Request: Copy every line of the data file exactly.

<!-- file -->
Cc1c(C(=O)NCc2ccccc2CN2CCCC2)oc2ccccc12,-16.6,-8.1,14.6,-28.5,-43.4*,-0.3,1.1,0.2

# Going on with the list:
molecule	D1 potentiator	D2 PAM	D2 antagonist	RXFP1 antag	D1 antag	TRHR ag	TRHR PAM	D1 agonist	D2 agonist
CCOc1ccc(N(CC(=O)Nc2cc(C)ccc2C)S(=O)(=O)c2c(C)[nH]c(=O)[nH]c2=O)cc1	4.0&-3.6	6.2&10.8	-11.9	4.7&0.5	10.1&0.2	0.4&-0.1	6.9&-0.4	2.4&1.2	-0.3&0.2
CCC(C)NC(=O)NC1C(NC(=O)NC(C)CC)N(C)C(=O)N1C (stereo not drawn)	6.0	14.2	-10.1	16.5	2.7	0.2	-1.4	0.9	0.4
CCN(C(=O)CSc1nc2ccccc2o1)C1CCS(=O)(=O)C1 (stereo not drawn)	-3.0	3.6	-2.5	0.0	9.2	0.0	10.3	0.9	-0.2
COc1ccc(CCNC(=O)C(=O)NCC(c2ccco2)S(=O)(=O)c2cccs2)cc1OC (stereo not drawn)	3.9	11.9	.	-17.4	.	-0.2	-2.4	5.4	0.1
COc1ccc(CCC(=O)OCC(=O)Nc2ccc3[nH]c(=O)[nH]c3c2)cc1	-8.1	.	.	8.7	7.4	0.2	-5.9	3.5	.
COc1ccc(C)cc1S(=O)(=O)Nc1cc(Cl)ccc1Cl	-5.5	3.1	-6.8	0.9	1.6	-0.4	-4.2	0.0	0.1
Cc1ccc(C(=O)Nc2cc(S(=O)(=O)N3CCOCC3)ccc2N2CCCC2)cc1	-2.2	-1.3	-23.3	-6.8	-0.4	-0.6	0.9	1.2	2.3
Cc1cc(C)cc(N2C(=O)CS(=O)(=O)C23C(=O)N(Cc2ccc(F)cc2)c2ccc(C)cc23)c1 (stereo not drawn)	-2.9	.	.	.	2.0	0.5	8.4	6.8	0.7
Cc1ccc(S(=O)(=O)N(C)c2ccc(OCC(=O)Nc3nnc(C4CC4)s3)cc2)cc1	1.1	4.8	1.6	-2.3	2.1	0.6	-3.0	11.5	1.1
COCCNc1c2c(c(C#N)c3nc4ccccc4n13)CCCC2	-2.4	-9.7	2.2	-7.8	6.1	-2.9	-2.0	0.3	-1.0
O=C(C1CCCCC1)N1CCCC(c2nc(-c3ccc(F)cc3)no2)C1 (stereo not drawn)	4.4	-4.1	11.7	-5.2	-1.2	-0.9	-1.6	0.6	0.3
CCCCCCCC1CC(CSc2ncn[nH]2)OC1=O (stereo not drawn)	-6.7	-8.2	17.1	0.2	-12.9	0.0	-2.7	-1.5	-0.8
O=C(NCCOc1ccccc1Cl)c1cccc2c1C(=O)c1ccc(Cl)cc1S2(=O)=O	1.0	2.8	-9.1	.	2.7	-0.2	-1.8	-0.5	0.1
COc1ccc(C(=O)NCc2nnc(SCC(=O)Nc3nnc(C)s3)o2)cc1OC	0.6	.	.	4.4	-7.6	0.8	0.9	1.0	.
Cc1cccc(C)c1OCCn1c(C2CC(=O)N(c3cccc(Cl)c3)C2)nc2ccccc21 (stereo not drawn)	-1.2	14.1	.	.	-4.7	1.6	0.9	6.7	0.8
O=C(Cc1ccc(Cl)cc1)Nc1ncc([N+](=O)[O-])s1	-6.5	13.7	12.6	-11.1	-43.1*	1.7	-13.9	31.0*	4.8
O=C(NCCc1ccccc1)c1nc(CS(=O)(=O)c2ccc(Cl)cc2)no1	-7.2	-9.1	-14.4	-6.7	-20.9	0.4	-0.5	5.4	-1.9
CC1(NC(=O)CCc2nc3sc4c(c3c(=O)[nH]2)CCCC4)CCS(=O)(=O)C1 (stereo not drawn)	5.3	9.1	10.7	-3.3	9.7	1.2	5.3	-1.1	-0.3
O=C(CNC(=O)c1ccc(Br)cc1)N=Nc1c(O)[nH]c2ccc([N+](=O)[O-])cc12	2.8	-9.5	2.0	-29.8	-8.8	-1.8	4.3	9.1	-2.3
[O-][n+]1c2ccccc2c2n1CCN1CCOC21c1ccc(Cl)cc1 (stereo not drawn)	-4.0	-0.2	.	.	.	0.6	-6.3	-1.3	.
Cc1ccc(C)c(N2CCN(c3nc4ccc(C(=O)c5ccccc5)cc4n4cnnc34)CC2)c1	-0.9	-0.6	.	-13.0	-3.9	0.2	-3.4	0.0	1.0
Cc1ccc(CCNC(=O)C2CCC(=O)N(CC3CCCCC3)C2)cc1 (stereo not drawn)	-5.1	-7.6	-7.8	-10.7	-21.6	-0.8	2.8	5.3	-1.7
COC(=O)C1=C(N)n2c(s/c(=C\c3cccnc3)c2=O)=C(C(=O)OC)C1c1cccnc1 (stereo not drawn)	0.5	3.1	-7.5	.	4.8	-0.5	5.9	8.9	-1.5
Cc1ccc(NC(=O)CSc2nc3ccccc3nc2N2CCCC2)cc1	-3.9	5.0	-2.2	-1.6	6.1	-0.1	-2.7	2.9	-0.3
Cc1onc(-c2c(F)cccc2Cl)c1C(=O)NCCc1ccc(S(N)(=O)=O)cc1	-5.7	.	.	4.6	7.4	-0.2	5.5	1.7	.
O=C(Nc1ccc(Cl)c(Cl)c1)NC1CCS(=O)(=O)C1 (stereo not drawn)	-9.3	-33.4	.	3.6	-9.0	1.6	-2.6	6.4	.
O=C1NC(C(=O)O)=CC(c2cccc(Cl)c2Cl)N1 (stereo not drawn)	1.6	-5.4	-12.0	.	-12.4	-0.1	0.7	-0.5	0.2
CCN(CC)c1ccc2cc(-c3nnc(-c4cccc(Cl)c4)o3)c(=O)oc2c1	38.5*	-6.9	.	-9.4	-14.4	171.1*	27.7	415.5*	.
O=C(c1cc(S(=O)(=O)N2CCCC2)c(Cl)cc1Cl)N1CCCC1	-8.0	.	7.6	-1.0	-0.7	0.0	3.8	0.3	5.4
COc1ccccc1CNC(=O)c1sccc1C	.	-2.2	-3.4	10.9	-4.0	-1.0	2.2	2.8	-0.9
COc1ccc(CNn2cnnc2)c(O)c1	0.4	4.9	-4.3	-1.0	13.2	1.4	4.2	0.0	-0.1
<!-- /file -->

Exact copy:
Cc1c(C(=O)NCc2ccccc2CN2CCCC2)oc2ccccc12,-16.6,-8.1,14.6,-28.5,-43.4*,-0.3,1.1,0.2

# Going on with the list:
molecule	D1 potentiator	D2 PAM	D2 antagonist	RXFP1 antag	D1 antag	TRHR ag	TRHR PAM	D1 agonist	D2 agonist
CCOc1ccc(N(CC(=O)Nc2cc(C)ccc2C)S(=O)(=O)c2c(C)[nH]c(=O)[nH]c2=O)cc1	4.0&-3.6	6.2&10.8	-11.9	4.7&0.5	10.1&0.2	0.4&-0.1	6.9&-0.4	2.4&1.2	-0.3&0.2
CCC(C)NC(=O)NC1C(NC(=O)NC(C)CC)N(C)C(=O)N1C (stereo not drawn)	6.0	14.2	-10.1	16.5	2.7	0.2	-1.4	0.9	0.4
CCN(C(=O)CSc1nc2ccccc2o1)C1CCS(=O)(=O)C1 (stereo not drawn)	-3.0	3.6	-2.5	0.0	9.2	0.0	10.3	0.9	-0.2
COc1ccc(CCNC(=O)C(=O)NCC(c2ccco2)S(=O)(=O)c2cccs2)cc1OC (stereo not drawn)	3.9	11.9	.	-17.4	.	-0.2	-2.4	5.4	0.1
COc1ccc(CCC(=O)OCC(=O)Nc2ccc3[nH]c(=O)[nH]c3c2)cc1	-8.1	.	.	8.7	7.4	0.2	-5.9	3.5	.
COc1ccc(C)cc1S(=O)(=O)Nc1cc(Cl)ccc1Cl	-5.5	3.1	-6.8	0.9	1.6	-0.4	-4.2	0.0	0.1
Cc1ccc(C(=O)Nc2cc(S(=O)(=O)N3CCOCC3)ccc2N2CCCC2)cc1	-2.2	-1.3	-23.3	-6.8	-0.4	-0.6	0.9	1.2	2.3
Cc1cc(C)cc(N2C(=O)CS(=O)(=O)C23C(=O)N(Cc2ccc(F)cc2)c2ccc(C)cc23)c1 (stereo not drawn)	-2.9	.	.	.	2.0	0.5	8.4	6.8	0.7
Cc1ccc(S(=O)(=O)N(C)c2ccc(OCC(=O)Nc3nnc(C4CC4)s3)cc2)cc1	1.1	4.8	1.6	-2.3	2.1	0.6	-3.0	11.5	1.1
COCCNc1c2c(c(C#N)c3nc4ccccc4n13)CCCC2	-2.4	-9.7	2.2	-7.8	6.1	-2.9	-2.0	0.3	-1.0
O=C(C1CCCCC1)N1CCCC(c2nc(-c3ccc(F)cc3)no2)C1 (stereo not drawn)	4.4	-4.1	11.7	-5.2	-1.2	-0.9	-1.6	0.6	0.3
CCCCCCCC1CC(CSc2ncn[nH]2)OC1=O (stereo not drawn)	-6.7	-8.2	17.1	0.2	-12.9	0.0	-2.7	-1.5	-0.8
O=C(NCCOc1ccccc1Cl)c1cccc2c1C(=O)c1ccc(Cl)cc1S2(=O)=O	1.0	2.8	-9.1	.	2.7	-0.2	-1.8	-0.5	0.1
COc1ccc(C(=O)NCc2nnc(SCC(=O)Nc3nnc(C)s3)o2)cc1OC	0.6	.	.	4.4	-7.6	0.8	0.9	1.0	.
Cc1cccc(C)c1OCCn1c(C2CC(=O)N(c3cccc(Cl)c3)C2)nc2ccccc21 (stereo not drawn)	-1.2	14.1	.	.	-4.7	1.6	0.9	6.7	0.8
O=C(Cc1ccc(Cl)cc1)Nc1ncc([N+](=O)[O-])s1	-6.5	13.7	12.6	-11.1	-43.1*	1.7	-13.9	31.0*	4.8
O=C(NCCc1ccccc1)c1nc(CS(=O)(=O)c2ccc(Cl)cc2)no1	-7.2	-9.1	-14.4	-6.7	-20.9	0.4	-0.5	5.4	-1.9
CC1(NC(=O)CCc2nc3sc4c(c3c(=O)[nH]2)CCCC4)CCS(=O)(=O)C1 (stereo not drawn)	5.3	9.1	10.7	-3.3	9.7	1.2	5.3	-1.1	-0.3
O=C(CNC(=O)c1ccc(Br)cc1)N=Nc1c(O)[nH]c2ccc([N+](=O)[O-])cc12	2.8	-9.5	2.0	-29.8	-8.8	-1.8	4.3	9.1	-2.3
[O-][n+]1c2ccccc2c2n1CCN1CCOC21c1ccc(Cl)cc1 (stereo not drawn)	-4.0	-0.2	.	.	.	0.6	-6.3	-1.3	.
Cc1ccc(C)c(N2CCN(c3nc4ccc(C(=O)c5ccccc5)cc4n4cnnc34)CC2)c1	-0.9	-0.6	.	-13.0	-3.9	0.2	-3.4	0.0	1.0
Cc1ccc(CCNC(=O)C2CCC(=O)N(CC3CCCCC3)C2)cc1 (stereo not drawn)	-5.1	-7.6	-7.8	-10.7	-21.6	-0.8	2.8	5.3	-1.7
COC(=O)C1=C(N)n2c(s/c(=C\c3cccnc3)c2=O)=C(C(=O)OC)C1c1cccnc1 (stereo not drawn)	0.5	3.1	-7.5	.	4.8	-0.5	5.9	8.9	-1.5
Cc1ccc(NC(=O)CSc2nc3ccccc3nc2N2CCCC2)cc1	-3.9	5.0	-2.2	-1.6	6.1	-0.1	-2.7	2.9	-0.3
Cc1onc(-c2c(F)cccc2Cl)c1C(=O)NCCc1ccc(S(N)(=O)=O)cc1	-5.7	.	.	4.6	7.4	-0.2	5.5	1.7	.
O=C(Nc1ccc(Cl)c(Cl)c1)NC1CCS(=O)(=O)C1 (stereo not drawn)	-9.3	-33.4	.	3.6	-9.0	1.6	-2.6	6.4	.
O=C1NC(C(=O)O)=CC(c2cccc(Cl)c2Cl)N1 (stereo not drawn)	1.6	-5.4	-12.0	.	-12.4	-0.1	0.7	-0.5	0.2
CCN(CC)c1ccc2cc(-c3nnc(-c4cccc(Cl)c4)o3)c(=O)oc2c1	38.5*	-6.9	.	-9.4	-14.4	171.1*	27.7	415.5*	.
O=C(c1cc(S(=O)(=O)N2CCCC2)c(Cl)cc1Cl)N1CCCC1	-8.0	.	7.6	-1.0	-0.7	0.0	3.8	0.3	5.4
COc1ccccc1CNC(=O)c1sccc1C	.	-2.2	-3.4	10.9	-4.0	-1.0	2.2	2.8	-0.9
COc1ccc(CNn2cnnc2)c(O)c1	0.4	4.9	-4.3	-1.0	13.2	1.4	4.2	0.0	-0.1